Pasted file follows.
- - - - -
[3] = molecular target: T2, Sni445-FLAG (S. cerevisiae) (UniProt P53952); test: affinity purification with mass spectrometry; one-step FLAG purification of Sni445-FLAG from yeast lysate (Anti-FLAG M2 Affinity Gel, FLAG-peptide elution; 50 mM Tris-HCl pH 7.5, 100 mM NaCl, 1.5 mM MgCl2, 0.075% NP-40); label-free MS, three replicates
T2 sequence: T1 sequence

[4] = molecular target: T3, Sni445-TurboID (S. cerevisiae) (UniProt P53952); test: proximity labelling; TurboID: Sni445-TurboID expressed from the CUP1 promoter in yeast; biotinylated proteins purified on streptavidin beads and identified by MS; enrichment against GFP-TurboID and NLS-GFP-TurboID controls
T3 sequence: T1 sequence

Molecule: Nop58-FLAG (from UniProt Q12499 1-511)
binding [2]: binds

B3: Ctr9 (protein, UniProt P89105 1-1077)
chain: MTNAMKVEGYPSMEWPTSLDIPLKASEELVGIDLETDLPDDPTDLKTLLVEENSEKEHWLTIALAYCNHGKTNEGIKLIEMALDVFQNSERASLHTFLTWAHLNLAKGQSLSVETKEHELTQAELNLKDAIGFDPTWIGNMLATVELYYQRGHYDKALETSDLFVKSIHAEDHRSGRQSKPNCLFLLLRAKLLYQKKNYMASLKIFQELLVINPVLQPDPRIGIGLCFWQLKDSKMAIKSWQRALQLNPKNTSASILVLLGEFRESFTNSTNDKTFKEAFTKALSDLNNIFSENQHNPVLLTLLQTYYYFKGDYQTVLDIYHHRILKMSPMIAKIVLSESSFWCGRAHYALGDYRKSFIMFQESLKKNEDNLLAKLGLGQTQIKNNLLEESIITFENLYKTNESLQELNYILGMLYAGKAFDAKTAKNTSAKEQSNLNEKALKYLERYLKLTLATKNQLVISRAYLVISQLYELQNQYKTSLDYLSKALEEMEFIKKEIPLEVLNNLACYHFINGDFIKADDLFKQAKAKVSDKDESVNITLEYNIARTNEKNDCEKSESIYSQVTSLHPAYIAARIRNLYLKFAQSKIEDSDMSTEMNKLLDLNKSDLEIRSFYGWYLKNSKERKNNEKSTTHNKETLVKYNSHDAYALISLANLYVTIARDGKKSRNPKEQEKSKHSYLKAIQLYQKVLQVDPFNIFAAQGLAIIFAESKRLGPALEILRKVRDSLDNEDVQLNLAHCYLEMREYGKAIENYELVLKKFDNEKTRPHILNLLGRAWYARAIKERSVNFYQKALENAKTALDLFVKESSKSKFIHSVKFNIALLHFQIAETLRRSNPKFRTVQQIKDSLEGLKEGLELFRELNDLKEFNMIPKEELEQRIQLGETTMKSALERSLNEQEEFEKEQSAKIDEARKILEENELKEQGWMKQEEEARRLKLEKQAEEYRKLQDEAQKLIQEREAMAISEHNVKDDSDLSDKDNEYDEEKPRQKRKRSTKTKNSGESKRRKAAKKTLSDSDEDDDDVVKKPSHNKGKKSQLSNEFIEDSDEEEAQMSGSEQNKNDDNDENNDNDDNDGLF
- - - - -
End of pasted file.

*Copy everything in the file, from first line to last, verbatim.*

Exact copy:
[3] = molecular target: T2, Sni445-FLAG (S. cerevisiae) (UniProt P53952); test: affinity purification with mass spectrometry; one-step FLAG purification of Sni445-FLAG from yeast lysate (Anti-FLAG M2 Affinity Gel, FLAG-peptide elution; 50 mM Tris-HCl pH 7.5, 100 mM NaCl, 1.5 mM MgCl2, 0.075% NP-40); label-free MS, three replicates
T2 sequence: T1 sequence

[4] = molecular target: T3, Sni445-TurboID (S. cerevisiae) (UniProt P53952); test: proximity labelling; TurboID: Sni445-TurboID expressed from the CUP1 promoter in yeast; biotinylated proteins purified on streptavidin beads and identified by MS; enrichment against GFP-TurboID and NLS-GFP-TurboID controls
T3 sequence: T1 sequence

Molecule: Nop58-FLAG (from UniProt Q12499 1-511)
binding [2]: binds

B3: Ctr9 (protein, UniProt P89105 1-1077)
chain: MTNAMKVEGYPSMEWPTSLDIPLKASEELVGIDLETDLPDDPTDLKTLLVEENSEKEHWLTIALAYCNHGKTNEGIKLIEMALDVFQNSERASLHTFLTWAHLNLAKGQSLSVETKEHELTQAELNLKDAIGFDPTWIGNMLATVELYYQRGHYDKALETSDLFVKSIHAEDHRSGRQSKPNCLFLLLRAKLLYQKKNYMASLKIFQELLVINPVLQPDPRIGIGLCFWQLKDSKMAIKSWQRALQLNPKNTSASILVLLGEFRESFTNSTNDKTFKEAFTKALSDLNNIFSENQHNPVLLTLLQTYYYFKGDYQTVLDIYHHRILKMSPMIAKIVLSESSFWCGRAHYALGDYRKSFIMFQESLKKNEDNLLAKLGLGQTQIKNNLLEESIITFENLYKTNESLQELNYILGMLYAGKAFDAKTAKNTSAKEQSNLNEKALKYLERYLKLTLATKNQLVISRAYLVISQLYELQNQYKTSLDYLSKALEEMEFIKKEIPLEVLNNLACYHFINGDFIKADDLFKQAKAKVSDKDESVNITLEYNIARTNEKNDCEKSESIYSQVTSLHPAYIAARIRNLYLKFAQSKIEDSDMSTEMNKLLDLNKSDLEIRSFYGWYLKNSKERKNNEKSTTHNKETLVKYNSHDAYALISLANLYVTIARDGKKSRNPKEQEKSKHSYLKAIQLYQKVLQVDPFNIFAAQGLAIIFAESKRLGPALEILRKVRDSLDNEDVQLNLAHCYLEMREYGKAIENYELVLKKFDNEKTRPHILNLLGRAWYARAIKERSVNFYQKALENAKTALDLFVKESSKSKFIHSVKFNIALLHFQIAETLRRSNPKFRTVQQIKDSLEGLKEGLELFRELNDLKEFNMIPKEELEQRIQLGETTMKSALERSLNEQEEFEKEQSAKIDEARKILEENELKEQGWMKQEEEARRLKLEKQAEEYRKLQDEAQKLIQEREAMAISEHNVKDDSDLSDKDNEYDEEKPRQKRKRSTKTKNSGESKRRKAAKKTLSDSDEDDDDVVKKPSHNKGKKSQLSNEFIEDSDEEEAQMSGSEQNKNDDNDENNDNDDNDGLF